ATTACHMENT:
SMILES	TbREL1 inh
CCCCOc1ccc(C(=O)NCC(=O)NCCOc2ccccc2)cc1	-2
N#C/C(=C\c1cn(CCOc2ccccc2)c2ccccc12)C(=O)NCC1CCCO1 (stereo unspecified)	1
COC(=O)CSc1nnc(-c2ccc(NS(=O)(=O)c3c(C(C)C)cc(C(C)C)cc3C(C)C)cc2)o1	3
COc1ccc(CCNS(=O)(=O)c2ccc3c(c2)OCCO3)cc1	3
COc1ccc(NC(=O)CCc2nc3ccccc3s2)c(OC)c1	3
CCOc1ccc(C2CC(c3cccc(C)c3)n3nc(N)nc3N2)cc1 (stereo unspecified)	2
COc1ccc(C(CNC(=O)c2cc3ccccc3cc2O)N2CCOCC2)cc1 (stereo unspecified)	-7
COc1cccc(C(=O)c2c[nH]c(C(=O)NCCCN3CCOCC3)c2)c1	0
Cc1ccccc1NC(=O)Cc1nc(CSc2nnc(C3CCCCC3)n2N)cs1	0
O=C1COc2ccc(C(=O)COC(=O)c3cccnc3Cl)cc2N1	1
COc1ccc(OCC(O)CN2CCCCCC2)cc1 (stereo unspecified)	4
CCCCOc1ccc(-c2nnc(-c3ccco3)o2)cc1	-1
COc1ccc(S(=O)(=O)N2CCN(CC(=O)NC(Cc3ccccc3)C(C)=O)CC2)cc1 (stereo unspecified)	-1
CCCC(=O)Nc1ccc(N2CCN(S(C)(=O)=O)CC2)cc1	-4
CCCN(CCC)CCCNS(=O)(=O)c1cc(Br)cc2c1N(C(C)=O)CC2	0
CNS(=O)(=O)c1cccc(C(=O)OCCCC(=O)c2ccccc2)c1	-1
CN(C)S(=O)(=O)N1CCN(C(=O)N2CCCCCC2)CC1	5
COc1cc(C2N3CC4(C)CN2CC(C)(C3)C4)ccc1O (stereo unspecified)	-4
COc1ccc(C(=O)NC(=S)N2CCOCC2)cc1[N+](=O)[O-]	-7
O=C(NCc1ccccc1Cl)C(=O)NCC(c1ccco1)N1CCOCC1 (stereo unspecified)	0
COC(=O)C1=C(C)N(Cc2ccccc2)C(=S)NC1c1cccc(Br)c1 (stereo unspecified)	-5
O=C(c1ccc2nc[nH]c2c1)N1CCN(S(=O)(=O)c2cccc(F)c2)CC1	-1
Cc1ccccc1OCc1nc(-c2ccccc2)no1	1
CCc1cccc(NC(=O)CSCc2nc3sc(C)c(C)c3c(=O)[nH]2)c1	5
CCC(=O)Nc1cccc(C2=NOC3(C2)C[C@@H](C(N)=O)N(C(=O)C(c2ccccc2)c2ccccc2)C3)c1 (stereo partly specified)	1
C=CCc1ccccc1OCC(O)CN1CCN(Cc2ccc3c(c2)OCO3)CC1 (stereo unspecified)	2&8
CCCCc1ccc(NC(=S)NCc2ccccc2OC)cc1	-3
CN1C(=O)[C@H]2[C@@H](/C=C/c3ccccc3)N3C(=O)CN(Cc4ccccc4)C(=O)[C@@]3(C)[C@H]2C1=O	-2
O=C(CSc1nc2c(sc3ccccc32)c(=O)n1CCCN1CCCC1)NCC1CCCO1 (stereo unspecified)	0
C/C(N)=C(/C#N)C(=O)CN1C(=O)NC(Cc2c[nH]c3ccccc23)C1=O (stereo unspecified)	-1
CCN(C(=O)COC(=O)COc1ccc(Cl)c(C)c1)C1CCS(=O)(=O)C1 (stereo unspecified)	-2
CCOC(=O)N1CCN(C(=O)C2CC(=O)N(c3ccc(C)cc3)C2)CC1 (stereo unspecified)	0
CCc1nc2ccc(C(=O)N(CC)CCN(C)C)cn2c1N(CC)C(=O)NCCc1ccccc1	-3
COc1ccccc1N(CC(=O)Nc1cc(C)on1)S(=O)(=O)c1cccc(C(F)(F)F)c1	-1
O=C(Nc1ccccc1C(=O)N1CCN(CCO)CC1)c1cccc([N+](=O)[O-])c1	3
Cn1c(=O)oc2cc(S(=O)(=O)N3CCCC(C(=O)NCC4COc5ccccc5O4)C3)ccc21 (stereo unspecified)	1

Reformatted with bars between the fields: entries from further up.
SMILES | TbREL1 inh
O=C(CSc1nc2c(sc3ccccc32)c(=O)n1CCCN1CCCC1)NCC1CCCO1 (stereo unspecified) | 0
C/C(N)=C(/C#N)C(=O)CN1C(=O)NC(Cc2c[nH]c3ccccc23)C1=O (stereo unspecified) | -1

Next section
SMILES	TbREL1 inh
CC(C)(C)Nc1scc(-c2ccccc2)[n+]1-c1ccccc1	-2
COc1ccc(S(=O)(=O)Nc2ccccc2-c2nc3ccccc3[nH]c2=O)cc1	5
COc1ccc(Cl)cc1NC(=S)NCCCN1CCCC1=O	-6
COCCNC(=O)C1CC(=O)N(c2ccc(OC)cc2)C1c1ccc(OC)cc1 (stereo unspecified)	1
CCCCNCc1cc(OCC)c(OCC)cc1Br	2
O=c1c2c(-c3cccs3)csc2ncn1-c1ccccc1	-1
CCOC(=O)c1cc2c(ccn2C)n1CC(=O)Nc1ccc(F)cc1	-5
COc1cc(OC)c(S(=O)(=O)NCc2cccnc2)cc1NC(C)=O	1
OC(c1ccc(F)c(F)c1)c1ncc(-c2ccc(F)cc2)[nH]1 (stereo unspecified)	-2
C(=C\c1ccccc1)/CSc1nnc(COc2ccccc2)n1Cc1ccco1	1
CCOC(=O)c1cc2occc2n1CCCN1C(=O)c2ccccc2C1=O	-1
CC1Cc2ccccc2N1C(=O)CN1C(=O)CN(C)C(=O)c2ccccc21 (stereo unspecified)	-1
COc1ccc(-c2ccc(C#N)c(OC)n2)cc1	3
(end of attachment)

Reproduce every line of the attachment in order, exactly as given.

SMILES	TbREL1 inh
CCCCOc1ccc(C(=O)NCC(=O)NCCOc2ccccc2)cc1	-2
N#C/C(=C\c1cn(CCOc2ccccc2)c2ccccc12)C(=O)NCC1CCCO1 (stereo unspecified)	1
COC(=O)CSc1nnc(-c2ccc(NS(=O)(=O)c3c(C(C)C)cc(C(C)C)cc3C(C)C)cc2)o1	3
COc1ccc(CCNS(=O)(=O)c2ccc3c(c2)OCCO3)cc1	3
COc1ccc(NC(=O)CCc2nc3ccccc3s2)c(OC)c1	3
CCOc1ccc(C2CC(c3cccc(C)c3)n3nc(N)nc3N2)cc1 (stereo unspecified)	2
COc1ccc(C(CNC(=O)c2cc3ccccc3cc2O)N2CCOCC2)cc1 (stereo unspecified)	-7
COc1cccc(C(=O)c2c[nH]c(C(=O)NCCCN3CCOCC3)c2)c1	0
Cc1ccccc1NC(=O)Cc1nc(CSc2nnc(C3CCCCC3)n2N)cs1	0
O=C1COc2ccc(C(=O)COC(=O)c3cccnc3Cl)cc2N1	1
COc1ccc(OCC(O)CN2CCCCCC2)cc1 (stereo unspecified)	4
CCCCOc1ccc(-c2nnc(-c3ccco3)o2)cc1	-1
COc1ccc(S(=O)(=O)N2CCN(CC(=O)NC(Cc3ccccc3)C(C)=O)CC2)cc1 (stereo unspecified)	-1
CCCC(=O)Nc1ccc(N2CCN(S(C)(=O)=O)CC2)cc1	-4
CCCN(CCC)CCCNS(=O)(=O)c1cc(Br)cc2c1N(C(C)=O)CC2	0
CNS(=O)(=O)c1cccc(C(=O)OCCCC(=O)c2ccccc2)c1	-1
CN(C)S(=O)(=O)N1CCN(C(=O)N2CCCCCC2)CC1	5
COc1cc(C2N3CC4(C)CN2CC(C)(C3)C4)ccc1O (stereo unspecified)	-4
COc1ccc(C(=O)NC(=S)N2CCOCC2)cc1[N+](=O)[O-]	-7
O=C(NCc1ccccc1Cl)C(=O)NCC(c1ccco1)N1CCOCC1 (stereo unspecified)	0
COC(=O)C1=C(C)N(Cc2ccccc2)C(=S)NC1c1cccc(Br)c1 (stereo unspecified)	-5
O=C(c1ccc2nc[nH]c2c1)N1CCN(S(=O)(=O)c2cccc(F)c2)CC1	-1
Cc1ccccc1OCc1nc(-c2ccccc2)no1	1
CCc1cccc(NC(=O)CSCc2nc3sc(C)c(C)c3c(=O)[nH]2)c1	5
CCC(=O)Nc1cccc(C2=NOC3(C2)C[C@@H](C(N)=O)N(C(=O)C(c2ccccc2)c2ccccc2)C3)c1 (stereo partly specified)	1
C=CCc1ccccc1OCC(O)CN1CCN(Cc2ccc3c(c2)OCO3)CC1 (stereo unspecified)	2&8
CCCCc1ccc(NC(=S)NCc2ccccc2OC)cc1	-3
CN1C(=O)[C@H]2[C@@H](/C=C/c3ccccc3)N3C(=O)CN(Cc4ccccc4)C(=O)[C@@]3(C)[C@H]2C1=O	-2
O=C(CSc1nc2c(sc3ccccc32)c(=O)n1CCCN1CCCC1)NCC1CCCO1 (stereo unspecified)	0
C/C(N)=C(/C#N)C(=O)CN1C(=O)NC(Cc2c[nH]c3ccccc23)C1=O (stereo unspecified)	-1
CCN(C(=O)COC(=O)COc1ccc(Cl)c(C)c1)C1CCS(=O)(=O)C1 (stereo unspecified)	-2
CCOC(=O)N1CCN(C(=O)C2CC(=O)N(c3ccc(C)cc3)C2)CC1 (stereo unspecified)	0
CCc1nc2ccc(C(=O)N(CC)CCN(C)C)cn2c1N(CC)C(=O)NCCc1ccccc1	-3
COc1ccccc1N(CC(=O)Nc1cc(C)on1)S(=O)(=O)c1cccc(C(F)(F)F)c1	-1
O=C(Nc1ccccc1C(=O)N1CCN(CCO)CC1)c1cccc([N+](=O)[O-])c1	3
Cn1c(=O)oc2cc(S(=O)(=O)N3CCCC(C(=O)NCC4COc5ccccc5O4)C3)ccc21 (stereo unspecified)	1

Reformatted with bars between the fields: entries from further up.
SMILES | TbREL1 inh
O=C(CSc1nc2c(sc3ccccc32)c(=O)n1CCCN1CCCC1)NCC1CCCO1 (stereo unspecified) | 0
C/C(N)=C(/C#N)C(=O)CN1C(=O)NC(Cc2c[nH]c3ccccc23)C1=O (stereo unspecified) | -1

Next section
SMILES	TbREL1 inh
CC(C)(C)Nc1scc(-c2ccccc2)[n+]1-c1ccccc1	-2
COc1ccc(S(=O)(=O)Nc2ccccc2-c2nc3ccccc3[nH]c2=O)cc1	5
COc1ccc(Cl)cc1NC(=S)NCCCN1CCCC1=O	-6
COCCNC(=O)C1CC(=O)N(c2ccc(OC)cc2)C1c1ccc(OC)cc1 (stereo unspecified)	1
CCCCNCc1cc(OCC)c(OCC)cc1Br	2
O=c1c2c(-c3cccs3)csc2ncn1-c1ccccc1	-1
CCOC(=O)c1cc2c(ccn2C)n1CC(=O)Nc1ccc(F)cc1	-5
COc1cc(OC)c(S(=O)(=O)NCc2cccnc2)cc1NC(C)=O	1
OC(c1ccc(F)c(F)c1)c1ncc(-c2ccc(F)cc2)[nH]1 (stereo unspecified)	-2
C(=C\c1ccccc1)/CSc1nnc(COc2ccccc2)n1Cc1ccco1	1
CCOC(=O)c1cc2occc2n1CCCN1C(=O)c2ccccc2C1=O	-1
CC1Cc2ccccc2N1C(=O)CN1C(=O)CN(C)C(=O)c2ccccc21 (stereo unspecified)	-1
COc1ccc(-c2ccc(C#N)c(OC)n2)cc1	3